A quartet sets off on a new adventure with impressive confidence

Doric Quartet: Beethoven

The Strad Issue: January 2024

Description: A quartet sets off on a new adventure with impressive confidence

Musicians: Doric Quartet

Works: Beethoven: String Quartets: op.18 nos.1 and 6, op.59 no.1 ‘Rasumovsky’, op.95 ‘Serioso’, op.127

Catalogue number: CHANDOS CHAN20298 (2 CDs)

One or two points of emphasis in op.18 no.1 feel excessive in the moment – especially on repeat – and yet the musical instincts of this new cycle are so strong and sound that such bumps in the road are soon forgotten. In terms of a sound palette, these op.18 performances take off where the Doric’s excellent Haydn op.76 set left us, on the cusp of the 19th century.

Schubert is just around the corner; the Brontë sisters too, in the fleeting, spring-like joy with which the Doric launches a strikingly muscular ‘Rasumovsky’ no.1. A little more rubato has its stylistic place, especially in the gaunt and tragic cast of the Lento, but these studio accounts hold the momentum of a concert performance, with healthy flourishes of cadenza virtuosity as they arise, such as cellist John Myerscough in the first movement’s development.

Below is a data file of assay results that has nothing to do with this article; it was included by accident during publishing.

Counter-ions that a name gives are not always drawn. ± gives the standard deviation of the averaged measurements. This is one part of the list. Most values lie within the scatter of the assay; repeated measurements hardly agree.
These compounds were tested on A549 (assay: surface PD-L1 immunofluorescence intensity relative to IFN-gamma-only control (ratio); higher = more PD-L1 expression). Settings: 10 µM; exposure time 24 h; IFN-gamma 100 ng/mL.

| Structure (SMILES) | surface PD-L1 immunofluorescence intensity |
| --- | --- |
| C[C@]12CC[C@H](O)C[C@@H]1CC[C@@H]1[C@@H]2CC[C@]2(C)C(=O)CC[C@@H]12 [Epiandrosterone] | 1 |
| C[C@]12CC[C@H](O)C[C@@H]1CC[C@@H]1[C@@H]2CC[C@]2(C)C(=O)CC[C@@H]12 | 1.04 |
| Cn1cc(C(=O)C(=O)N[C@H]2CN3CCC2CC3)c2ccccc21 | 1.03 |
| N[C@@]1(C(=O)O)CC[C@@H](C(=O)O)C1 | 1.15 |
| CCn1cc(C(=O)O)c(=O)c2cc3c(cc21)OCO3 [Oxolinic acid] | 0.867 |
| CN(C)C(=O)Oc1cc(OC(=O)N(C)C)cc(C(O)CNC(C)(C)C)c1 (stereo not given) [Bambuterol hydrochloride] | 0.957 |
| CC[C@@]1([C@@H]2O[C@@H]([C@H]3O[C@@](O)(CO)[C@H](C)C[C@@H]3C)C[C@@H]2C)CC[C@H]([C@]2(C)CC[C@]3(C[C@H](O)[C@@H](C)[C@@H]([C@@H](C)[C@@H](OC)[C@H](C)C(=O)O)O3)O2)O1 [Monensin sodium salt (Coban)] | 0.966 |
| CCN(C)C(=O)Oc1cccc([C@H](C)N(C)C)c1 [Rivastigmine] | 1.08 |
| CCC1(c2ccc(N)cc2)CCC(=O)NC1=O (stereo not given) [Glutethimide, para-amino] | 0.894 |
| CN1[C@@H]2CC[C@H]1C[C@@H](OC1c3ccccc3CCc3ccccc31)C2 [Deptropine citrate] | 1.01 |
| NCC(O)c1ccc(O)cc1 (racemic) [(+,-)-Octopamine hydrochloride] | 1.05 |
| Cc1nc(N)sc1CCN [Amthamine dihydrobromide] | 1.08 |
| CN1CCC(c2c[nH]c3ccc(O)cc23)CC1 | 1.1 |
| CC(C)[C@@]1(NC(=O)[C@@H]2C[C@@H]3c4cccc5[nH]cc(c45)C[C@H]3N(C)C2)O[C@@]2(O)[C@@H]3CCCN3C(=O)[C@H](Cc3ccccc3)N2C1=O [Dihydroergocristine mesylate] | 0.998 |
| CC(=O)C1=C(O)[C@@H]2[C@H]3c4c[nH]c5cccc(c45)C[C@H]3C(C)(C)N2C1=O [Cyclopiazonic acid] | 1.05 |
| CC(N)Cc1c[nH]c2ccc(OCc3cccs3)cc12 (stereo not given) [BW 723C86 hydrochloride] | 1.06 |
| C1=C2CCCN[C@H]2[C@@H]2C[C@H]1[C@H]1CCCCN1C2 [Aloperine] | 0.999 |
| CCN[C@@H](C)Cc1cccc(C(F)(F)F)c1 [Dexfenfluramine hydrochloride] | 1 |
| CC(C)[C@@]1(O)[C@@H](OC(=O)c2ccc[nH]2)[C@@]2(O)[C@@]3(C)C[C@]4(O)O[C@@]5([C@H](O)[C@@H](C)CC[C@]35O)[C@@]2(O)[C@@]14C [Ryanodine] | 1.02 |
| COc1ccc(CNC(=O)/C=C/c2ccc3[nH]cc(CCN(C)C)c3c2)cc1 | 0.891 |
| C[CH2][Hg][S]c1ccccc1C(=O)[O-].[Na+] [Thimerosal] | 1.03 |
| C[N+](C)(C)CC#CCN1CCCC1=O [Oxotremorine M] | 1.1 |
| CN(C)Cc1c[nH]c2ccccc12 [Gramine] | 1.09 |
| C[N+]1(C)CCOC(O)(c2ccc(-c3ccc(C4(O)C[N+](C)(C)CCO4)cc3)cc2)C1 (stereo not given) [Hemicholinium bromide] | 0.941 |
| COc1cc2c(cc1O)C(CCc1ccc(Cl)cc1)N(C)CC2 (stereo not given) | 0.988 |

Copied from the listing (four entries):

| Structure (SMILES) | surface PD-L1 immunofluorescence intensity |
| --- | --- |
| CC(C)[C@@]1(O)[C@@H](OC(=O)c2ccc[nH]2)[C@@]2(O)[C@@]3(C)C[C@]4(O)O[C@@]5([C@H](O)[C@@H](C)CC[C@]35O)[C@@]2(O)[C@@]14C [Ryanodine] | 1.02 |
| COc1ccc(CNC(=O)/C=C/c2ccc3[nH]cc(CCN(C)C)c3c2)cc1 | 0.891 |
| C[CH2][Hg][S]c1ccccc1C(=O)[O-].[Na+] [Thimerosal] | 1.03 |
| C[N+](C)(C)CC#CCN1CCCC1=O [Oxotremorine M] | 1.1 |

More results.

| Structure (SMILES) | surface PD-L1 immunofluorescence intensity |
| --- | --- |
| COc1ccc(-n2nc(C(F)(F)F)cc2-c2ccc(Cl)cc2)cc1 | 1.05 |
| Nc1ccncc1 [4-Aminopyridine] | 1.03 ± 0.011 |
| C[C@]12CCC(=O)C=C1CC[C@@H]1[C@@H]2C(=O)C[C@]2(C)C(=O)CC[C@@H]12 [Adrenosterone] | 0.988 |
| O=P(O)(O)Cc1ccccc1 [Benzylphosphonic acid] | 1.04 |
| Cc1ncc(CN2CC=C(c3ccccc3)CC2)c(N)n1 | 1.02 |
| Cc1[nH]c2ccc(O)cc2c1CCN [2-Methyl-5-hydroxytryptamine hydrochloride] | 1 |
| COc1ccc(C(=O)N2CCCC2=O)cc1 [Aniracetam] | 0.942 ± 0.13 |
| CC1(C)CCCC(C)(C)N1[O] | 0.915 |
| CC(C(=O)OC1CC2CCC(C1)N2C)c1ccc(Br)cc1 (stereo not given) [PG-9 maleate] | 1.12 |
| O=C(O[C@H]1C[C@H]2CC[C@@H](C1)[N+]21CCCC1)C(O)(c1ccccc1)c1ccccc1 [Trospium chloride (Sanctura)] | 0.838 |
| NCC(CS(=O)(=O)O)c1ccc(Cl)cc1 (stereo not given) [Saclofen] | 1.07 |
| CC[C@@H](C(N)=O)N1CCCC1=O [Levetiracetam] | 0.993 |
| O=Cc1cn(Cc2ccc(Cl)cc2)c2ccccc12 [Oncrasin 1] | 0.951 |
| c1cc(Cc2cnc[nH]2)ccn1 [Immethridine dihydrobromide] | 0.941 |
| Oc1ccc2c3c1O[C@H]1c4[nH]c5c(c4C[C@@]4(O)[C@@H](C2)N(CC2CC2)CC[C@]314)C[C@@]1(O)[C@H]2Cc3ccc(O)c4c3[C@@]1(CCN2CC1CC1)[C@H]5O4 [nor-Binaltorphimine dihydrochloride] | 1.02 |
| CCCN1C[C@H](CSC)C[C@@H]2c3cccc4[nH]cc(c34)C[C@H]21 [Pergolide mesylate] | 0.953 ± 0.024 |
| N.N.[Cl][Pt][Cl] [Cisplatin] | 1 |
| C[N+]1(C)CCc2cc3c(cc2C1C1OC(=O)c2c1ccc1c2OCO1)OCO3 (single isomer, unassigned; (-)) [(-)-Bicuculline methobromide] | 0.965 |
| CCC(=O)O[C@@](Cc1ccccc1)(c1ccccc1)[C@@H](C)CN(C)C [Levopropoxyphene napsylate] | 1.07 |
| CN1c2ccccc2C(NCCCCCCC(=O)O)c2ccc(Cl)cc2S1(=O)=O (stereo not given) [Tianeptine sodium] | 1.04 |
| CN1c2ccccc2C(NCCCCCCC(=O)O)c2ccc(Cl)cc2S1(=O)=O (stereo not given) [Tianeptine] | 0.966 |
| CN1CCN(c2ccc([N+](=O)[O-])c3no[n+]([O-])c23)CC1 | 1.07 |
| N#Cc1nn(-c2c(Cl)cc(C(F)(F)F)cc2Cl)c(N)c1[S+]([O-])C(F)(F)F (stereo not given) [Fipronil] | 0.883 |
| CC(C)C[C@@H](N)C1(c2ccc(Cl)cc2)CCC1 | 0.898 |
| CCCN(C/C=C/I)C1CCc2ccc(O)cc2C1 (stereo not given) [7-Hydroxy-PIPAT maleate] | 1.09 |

He also sets the tone for op.95’s Allegretto, which is done with welcome restraint compared to the overwrought pathos of many older ensembles, setting the scene for a biting but again not overdone Scherzo. The album as a whole draws its energies in ever more concentrated form towards a tremendous unwinding of tension in a broad and inward account of op.127’s Adagio. Offsetting it with a novel grasp of the quartet’s architecture, the outer movements recover a Haydnesque equilibrium, at least until the finale’s magical dissolve into something like early Schoenberg. Intelligent, spontaneous-sounding, technically immaculate, these are Beethoven performances that will not go out of date any time soon.